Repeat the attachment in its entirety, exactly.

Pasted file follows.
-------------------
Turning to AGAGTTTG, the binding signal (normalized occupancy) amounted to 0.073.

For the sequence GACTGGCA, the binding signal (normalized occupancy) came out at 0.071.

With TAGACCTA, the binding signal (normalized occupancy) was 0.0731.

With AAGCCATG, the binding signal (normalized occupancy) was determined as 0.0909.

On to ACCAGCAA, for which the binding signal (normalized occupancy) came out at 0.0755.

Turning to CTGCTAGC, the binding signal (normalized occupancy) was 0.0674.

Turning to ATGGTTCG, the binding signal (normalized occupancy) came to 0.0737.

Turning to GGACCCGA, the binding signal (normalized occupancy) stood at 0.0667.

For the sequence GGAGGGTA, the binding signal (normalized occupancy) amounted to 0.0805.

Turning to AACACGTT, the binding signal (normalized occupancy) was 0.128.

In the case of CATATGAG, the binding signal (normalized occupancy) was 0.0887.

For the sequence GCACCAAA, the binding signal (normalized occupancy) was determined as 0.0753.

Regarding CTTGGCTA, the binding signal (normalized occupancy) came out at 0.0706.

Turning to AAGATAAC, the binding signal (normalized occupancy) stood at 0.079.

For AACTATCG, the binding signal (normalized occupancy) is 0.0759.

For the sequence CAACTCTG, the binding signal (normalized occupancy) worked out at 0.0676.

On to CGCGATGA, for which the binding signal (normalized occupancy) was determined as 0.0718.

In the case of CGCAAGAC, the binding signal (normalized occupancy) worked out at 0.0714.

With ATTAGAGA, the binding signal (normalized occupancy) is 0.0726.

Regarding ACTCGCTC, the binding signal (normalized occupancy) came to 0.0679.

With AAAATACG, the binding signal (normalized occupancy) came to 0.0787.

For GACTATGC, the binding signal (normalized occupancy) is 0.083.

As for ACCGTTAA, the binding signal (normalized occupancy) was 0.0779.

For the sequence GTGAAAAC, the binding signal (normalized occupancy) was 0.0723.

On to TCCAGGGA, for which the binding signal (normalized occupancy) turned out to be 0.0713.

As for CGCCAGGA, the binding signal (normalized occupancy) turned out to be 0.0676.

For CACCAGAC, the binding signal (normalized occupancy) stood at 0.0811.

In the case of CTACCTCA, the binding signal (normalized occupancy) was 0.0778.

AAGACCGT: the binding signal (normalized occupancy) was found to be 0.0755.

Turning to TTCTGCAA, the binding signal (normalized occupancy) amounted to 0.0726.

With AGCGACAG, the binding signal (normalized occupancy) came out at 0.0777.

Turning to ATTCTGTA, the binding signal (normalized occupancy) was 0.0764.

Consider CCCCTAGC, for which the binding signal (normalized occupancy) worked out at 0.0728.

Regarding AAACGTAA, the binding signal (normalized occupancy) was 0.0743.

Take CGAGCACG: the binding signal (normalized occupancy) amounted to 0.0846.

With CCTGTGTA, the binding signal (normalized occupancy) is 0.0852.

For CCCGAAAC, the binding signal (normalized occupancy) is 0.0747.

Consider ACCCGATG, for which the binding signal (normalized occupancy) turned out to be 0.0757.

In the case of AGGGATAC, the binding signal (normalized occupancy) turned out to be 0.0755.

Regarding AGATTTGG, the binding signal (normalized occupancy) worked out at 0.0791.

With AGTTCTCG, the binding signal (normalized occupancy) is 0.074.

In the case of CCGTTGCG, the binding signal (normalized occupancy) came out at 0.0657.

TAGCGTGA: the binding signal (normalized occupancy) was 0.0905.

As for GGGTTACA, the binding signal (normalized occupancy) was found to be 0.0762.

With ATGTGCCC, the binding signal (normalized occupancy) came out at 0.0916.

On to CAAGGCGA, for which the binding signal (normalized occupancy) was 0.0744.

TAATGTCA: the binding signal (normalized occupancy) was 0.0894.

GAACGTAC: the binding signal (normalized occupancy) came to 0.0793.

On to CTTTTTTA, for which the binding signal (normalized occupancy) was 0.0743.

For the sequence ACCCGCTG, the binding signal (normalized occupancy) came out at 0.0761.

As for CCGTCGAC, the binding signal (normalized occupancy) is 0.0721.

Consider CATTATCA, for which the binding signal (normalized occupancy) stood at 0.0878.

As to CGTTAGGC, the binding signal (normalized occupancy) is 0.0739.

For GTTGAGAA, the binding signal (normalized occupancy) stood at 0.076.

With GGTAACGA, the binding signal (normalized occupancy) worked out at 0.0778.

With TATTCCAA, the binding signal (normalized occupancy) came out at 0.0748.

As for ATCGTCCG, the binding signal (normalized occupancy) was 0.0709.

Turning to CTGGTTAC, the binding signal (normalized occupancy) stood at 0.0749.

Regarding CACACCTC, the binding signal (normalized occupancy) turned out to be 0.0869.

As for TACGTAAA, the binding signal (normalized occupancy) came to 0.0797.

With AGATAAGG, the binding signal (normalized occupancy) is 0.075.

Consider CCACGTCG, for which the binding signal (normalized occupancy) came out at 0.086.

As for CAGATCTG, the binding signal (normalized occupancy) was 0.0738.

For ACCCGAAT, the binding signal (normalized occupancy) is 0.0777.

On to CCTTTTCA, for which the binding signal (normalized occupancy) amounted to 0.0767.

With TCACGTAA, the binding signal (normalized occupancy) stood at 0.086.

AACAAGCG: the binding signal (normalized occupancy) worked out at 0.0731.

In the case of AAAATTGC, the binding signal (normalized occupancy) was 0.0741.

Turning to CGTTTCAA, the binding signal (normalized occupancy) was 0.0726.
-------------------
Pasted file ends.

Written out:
Turning to AGAGTTTG, the binding signal (normalized occupancy) amounted to 0.073.

For the sequence GACTGGCA, the binding signal (normalized occupancy) came out at 0.071.

With TAGACCTA, the binding signal (normalized occupancy) was 0.0731.

With AAGCCATG, the binding signal (normalized occupancy) was determined as 0.0909.

On to ACCAGCAA, for which the binding signal (normalized occupancy) came out at 0.0755.

Turning to CTGCTAGC, the binding signal (normalized occupancy) was 0.0674.

Turning to ATGGTTCG, the binding signal (normalized occupancy) came to 0.0737.

Turning to GGACCCGA, the binding signal (normalized occupancy) stood at 0.0667.

For the sequence GGAGGGTA, the binding signal (normalized occupancy) amounted to 0.0805.

Turning to AACACGTT, the binding signal (normalized occupancy) was 0.128.

In the case of CATATGAG, the binding signal (normalized occupancy) was 0.0887.

For the sequence GCACCAAA, the binding signal (normalized occupancy) was determined as 0.0753.

Regarding CTTGGCTA, the binding signal (normalized occupancy) came out at 0.0706.

Turning to AAGATAAC, the binding signal (normalized occupancy) stood at 0.079.

For AACTATCG, the binding signal (normalized occupancy) is 0.0759.

For the sequence CAACTCTG, the binding signal (normalized occupancy) worked out at 0.0676.

On to CGCGATGA, for which the binding signal (normalized occupancy) was determined as 0.0718.

In the case of CGCAAGAC, the binding signal (normalized occupancy) worked out at 0.0714.

With ATTAGAGA, the binding signal (normalized occupancy) is 0.0726.

Regarding ACTCGCTC, the binding signal (normalized occupancy) came to 0.0679.

With AAAATACG, the binding signal (normalized occupancy) came to 0.0787.

For GACTATGC, the binding signal (normalized occupancy) is 0.083.

As for ACCGTTAA, the binding signal (normalized occupancy) was 0.0779.

For the sequence GTGAAAAC, the binding signal (normalized occupancy) was 0.0723.

On to TCCAGGGA, for which the binding signal (normalized occupancy) turned out to be 0.0713.

As for CGCCAGGA, the binding signal (normalized occupancy) turned out to be 0.0676.

For CACCAGAC, the binding signal (normalized occupancy) stood at 0.0811.

In the case of CTACCTCA, the binding signal (normalized occupancy) was 0.0778.

AAGACCGT: the binding signal (normalized occupancy) was found to be 0.0755.

Turning to TTCTGCAA, the binding signal (normalized occupancy) amounted to 0.0726.

With AGCGACAG, the binding signal (normalized occupancy) came out at 0.0777.

Turning to ATTCTGTA, the binding signal (normalized occupancy) was 0.0764.

Consider CCCCTAGC, for which the binding signal (normalized occupancy) worked out at 0.0728.

Regarding AAACGTAA, the binding signal (normalized occupancy) was 0.0743.

Take CGAGCACG: the binding signal (normalized occupancy) amounted to 0.0846.

With CCTGTGTA, the binding signal (normalized occupancy) is 0.0852.

For CCCGAAAC, the binding signal (normalized occupancy) is 0.0747.

Consider ACCCGATG, for which the binding signal (normalized occupancy) turned out to be 0.0757.

In the case of AGGGATAC, the binding signal (normalized occupancy) turned out to be 0.0755.

Regarding AGATTTGG, the binding signal (normalized occupancy) worked out at 0.0791.

With AGTTCTCG, the binding signal (normalized occupancy) is 0.074.

In the case of CCGTTGCG, the binding signal (normalized occupancy) came out at 0.0657.

TAGCGTGA: the binding signal (normalized occupancy) was 0.0905.

As for GGGTTACA, the binding signal (normalized occupancy) was found to be 0.0762.

With ATGTGCCC, the binding signal (normalized occupancy) came out at 0.0916.

On to CAAGGCGA, for which the binding signal (normalized occupancy) was 0.0744.

TAATGTCA: the binding signal (normalized occupancy) was 0.0894.

GAACGTAC: the binding signal (normalized occupancy) came to 0.0793.

On to CTTTTTTA, for which the binding signal (normalized occupancy) was 0.0743.

For the sequence ACCCGCTG, the binding signal (normalized occupancy) came out at 0.0761.

As for CCGTCGAC, the binding signal (normalized occupancy) is 0.0721.

Consider CATTATCA, for which the binding signal (normalized occupancy) stood at 0.0878.

As to CGTTAGGC, the binding signal (normalized occupancy) is 0.0739.

For GTTGAGAA, the binding signal (normalized occupancy) stood at 0.076.

With GGTAACGA, the binding signal (normalized occupancy) worked out at 0.0778.

With TATTCCAA, the binding signal (normalized occupancy) came out at 0.0748.

As for ATCGTCCG, the binding signal (normalized occupancy) was 0.0709.

Turning to CTGGTTAC, the binding signal (normalized occupancy) stood at 0.0749.

Regarding CACACCTC, the binding signal (normalized occupancy) turned out to be 0.0869.

As for TACGTAAA, the binding signal (normalized occupancy) came to 0.0797.

With AGATAAGG, the binding signal (normalized occupancy) is 0.075.

Consider CCACGTCG, for which the binding signal (normalized occupancy) came out at 0.086.

As for CAGATCTG, the binding signal (normalized occupancy) was 0.0738.

For ACCCGAAT, the binding signal (normalized occupancy) is 0.0777.

On to CCTTTTCA, for which the binding signal (normalized occupancy) amounted to 0.0767.

With TCACGTAA, the binding signal (normalized occupancy) stood at 0.086.

AACAAGCG: the binding signal (normalized occupancy) worked out at 0.0731.

In the case of AAAATTGC, the binding signal (normalized occupancy) was 0.0741.

Turning to CGTTTCAA, the binding signal (normalized occupancy) was 0.0726.